Smith v. Delta Air Lines, Inc., 71-3197.

Decision Date05 October 1973
Docket NumberNo. 71-3197.,71-3197.
Citation486 F.2d 512
PartiesArthur Lee SMITH, on behalf of himself and others similarly situated, Plaintiff-Appellant, v. DELTA AIR LINES, INC., Defendant-Appellee.
CourtU.S. Court of Appeals — Fifth Circuit

Oscar W. Adams, Jr., Birmingham, Ala., William L. Robinson, Jack Greenberg, New York City, for plaintiff-appellant.

William Gardner, Birmingham, Ala., Sidney F. Davis, Asst. Gen. Counsel, Frank Cotter, Legal Div., Atlanta, Ga., for defendant-appellee.

Before TUTTLE, MORGAN and RONEY, Circuit Judges.

TUTTLE, Circuit Judge:

This is another Equal Employment Opportunity case which the court has withheld pending a decision by the Court, sitting en banc, of Brisco Huff, etc. v. N. D. Cass Company of Alabama, 485 F.2d 710 (5th Cir. 1973) which modified on rehearing the original decision in Brisco Huff, etc. v. N. D. Cass Company of Alabama, 468 F.2d 172 (5th Cir. 1972).

There are three issues before the court in this case, one of which has now been resolved by the en banc decision of this Court in Huff. The others still remain for our consideration in view of the action taken by the Court in its en banc decision that it is not proper for a trial court to dismiss a class action solely on the basis of a preliminary determination that the single named plaintiff representing the class is not entitled to relief on the merits of his individual claim. If the Court had decided this issue against the individual plaintiff's contention there would have been left for us to consider only the single question whether the trial court's findings of fact respecting the discharge of the plaintiff were clearly erroneous. As it is, we have in addition to the review of the factual matter, the contention of the appellee that the class action pleaded by Smith deals with conduct of the defendant that was not encompassed within the claim he originally made before the EEOC.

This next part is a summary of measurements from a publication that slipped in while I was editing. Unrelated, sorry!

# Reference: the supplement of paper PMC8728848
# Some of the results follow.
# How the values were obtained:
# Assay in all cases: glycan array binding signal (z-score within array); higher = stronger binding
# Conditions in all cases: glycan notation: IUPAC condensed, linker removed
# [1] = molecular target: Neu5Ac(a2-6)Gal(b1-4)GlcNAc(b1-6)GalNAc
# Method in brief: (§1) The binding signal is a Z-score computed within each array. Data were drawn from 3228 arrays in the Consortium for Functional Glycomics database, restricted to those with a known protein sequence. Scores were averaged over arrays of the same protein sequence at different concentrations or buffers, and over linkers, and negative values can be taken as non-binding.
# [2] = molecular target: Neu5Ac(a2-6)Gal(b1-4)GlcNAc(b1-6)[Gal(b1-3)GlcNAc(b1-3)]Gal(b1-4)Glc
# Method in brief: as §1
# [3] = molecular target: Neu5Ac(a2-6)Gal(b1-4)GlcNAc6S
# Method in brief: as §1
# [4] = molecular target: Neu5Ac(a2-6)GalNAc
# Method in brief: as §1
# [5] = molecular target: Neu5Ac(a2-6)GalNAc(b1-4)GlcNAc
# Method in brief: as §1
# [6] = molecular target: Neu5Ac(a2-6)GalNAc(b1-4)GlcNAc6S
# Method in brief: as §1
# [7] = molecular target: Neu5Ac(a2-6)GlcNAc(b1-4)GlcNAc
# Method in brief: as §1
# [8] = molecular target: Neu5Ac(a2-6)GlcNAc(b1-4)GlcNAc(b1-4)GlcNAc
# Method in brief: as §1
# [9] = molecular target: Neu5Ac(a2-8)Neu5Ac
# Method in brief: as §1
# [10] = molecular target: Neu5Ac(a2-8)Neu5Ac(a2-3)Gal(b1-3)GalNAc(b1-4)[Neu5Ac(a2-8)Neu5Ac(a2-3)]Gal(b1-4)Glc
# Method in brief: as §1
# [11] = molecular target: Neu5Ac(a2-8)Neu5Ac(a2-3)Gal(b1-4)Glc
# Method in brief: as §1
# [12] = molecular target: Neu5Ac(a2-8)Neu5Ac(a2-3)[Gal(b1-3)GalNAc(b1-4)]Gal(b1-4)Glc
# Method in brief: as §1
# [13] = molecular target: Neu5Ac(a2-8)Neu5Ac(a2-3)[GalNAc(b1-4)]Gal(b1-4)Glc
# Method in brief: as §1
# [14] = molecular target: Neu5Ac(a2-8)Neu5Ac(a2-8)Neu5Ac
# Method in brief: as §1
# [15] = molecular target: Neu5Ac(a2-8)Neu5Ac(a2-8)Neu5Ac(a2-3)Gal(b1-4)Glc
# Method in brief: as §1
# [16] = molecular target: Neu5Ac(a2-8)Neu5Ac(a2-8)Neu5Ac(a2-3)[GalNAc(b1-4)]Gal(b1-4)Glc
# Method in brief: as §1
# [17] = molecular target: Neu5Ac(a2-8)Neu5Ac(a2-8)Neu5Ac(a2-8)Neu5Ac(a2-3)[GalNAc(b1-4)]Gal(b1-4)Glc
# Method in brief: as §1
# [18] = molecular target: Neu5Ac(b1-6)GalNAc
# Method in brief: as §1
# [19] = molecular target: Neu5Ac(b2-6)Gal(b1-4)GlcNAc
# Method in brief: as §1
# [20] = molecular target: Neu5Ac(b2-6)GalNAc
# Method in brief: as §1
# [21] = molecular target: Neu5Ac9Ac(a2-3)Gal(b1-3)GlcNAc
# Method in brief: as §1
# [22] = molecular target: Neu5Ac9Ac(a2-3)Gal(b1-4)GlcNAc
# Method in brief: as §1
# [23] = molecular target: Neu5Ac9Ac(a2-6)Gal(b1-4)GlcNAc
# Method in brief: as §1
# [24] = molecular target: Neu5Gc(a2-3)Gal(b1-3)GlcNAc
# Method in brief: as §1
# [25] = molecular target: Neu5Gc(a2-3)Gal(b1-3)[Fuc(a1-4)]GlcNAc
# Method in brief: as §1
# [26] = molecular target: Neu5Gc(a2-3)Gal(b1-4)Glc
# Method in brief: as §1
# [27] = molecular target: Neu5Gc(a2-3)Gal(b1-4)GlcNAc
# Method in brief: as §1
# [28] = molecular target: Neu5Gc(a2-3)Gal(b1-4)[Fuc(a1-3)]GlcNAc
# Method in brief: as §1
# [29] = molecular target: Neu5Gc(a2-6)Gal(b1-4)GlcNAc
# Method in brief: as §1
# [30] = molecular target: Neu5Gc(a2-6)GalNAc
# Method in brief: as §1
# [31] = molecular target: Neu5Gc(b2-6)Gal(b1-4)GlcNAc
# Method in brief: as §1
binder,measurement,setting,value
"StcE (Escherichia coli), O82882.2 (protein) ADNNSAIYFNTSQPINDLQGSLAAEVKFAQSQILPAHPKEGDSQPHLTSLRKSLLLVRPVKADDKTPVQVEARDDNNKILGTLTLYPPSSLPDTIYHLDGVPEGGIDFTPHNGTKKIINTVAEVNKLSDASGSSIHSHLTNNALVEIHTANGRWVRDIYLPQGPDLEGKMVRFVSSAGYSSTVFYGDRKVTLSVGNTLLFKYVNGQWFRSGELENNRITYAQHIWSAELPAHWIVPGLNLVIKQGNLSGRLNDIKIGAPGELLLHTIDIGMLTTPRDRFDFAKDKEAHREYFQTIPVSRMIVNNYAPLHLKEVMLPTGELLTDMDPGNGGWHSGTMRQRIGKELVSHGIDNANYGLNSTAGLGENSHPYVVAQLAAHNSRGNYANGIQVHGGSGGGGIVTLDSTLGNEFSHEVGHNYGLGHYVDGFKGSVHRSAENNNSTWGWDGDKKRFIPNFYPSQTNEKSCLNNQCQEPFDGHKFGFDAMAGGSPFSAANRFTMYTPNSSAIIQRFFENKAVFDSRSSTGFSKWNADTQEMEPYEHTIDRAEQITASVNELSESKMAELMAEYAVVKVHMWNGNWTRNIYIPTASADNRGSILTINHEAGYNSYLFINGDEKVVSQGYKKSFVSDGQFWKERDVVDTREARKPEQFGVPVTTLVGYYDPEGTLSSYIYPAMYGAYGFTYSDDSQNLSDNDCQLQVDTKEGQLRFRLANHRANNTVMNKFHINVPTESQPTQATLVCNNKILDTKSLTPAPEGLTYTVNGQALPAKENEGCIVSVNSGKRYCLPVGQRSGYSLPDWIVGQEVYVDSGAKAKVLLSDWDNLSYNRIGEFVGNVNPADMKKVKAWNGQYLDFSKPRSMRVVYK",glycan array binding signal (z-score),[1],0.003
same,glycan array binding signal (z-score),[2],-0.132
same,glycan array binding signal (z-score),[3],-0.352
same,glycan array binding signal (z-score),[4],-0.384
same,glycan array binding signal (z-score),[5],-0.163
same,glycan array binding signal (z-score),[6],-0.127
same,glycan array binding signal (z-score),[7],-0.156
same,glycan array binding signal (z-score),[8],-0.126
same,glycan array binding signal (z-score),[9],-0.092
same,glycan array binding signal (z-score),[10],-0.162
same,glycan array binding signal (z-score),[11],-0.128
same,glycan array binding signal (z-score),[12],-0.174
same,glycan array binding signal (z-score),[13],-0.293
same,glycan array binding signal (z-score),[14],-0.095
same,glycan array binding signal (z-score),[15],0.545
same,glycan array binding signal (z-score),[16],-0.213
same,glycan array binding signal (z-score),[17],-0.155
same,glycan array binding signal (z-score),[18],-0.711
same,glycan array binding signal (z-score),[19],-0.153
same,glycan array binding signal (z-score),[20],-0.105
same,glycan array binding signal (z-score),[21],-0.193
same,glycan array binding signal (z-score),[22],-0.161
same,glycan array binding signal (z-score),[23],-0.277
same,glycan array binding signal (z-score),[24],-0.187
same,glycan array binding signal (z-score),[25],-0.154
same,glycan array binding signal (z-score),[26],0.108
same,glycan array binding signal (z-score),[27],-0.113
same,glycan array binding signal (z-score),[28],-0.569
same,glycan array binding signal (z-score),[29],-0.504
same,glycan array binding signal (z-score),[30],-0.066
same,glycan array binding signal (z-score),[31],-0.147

We consider first the appeal on the fact findings by the trial court resulting in its conclusion that Smith could not recover in his own right on the ground that his termination of employment was racially motivated. The plaintiff, who had been an "agent" of Delta Airlines in Birmingham for approximately nine months was discharged on the stated ground that he had not complied with grooming requirements of the company, dealing with facial hair.1 Briefly, it was the contention of the plaintiff that his sideburns did conform to the policy and that further it was more difficult for black persons to conform strictly to these provisions dealing with sideburns and mustaches than it would be for persons of the white race.

The trial court had ample evidence before it to determine, as it did, that the grooming requirements were not invalid and that they were not racially motivated; nor were they racially applied or enforced in order to accomplish plaintiff's dismissal. The trial court said: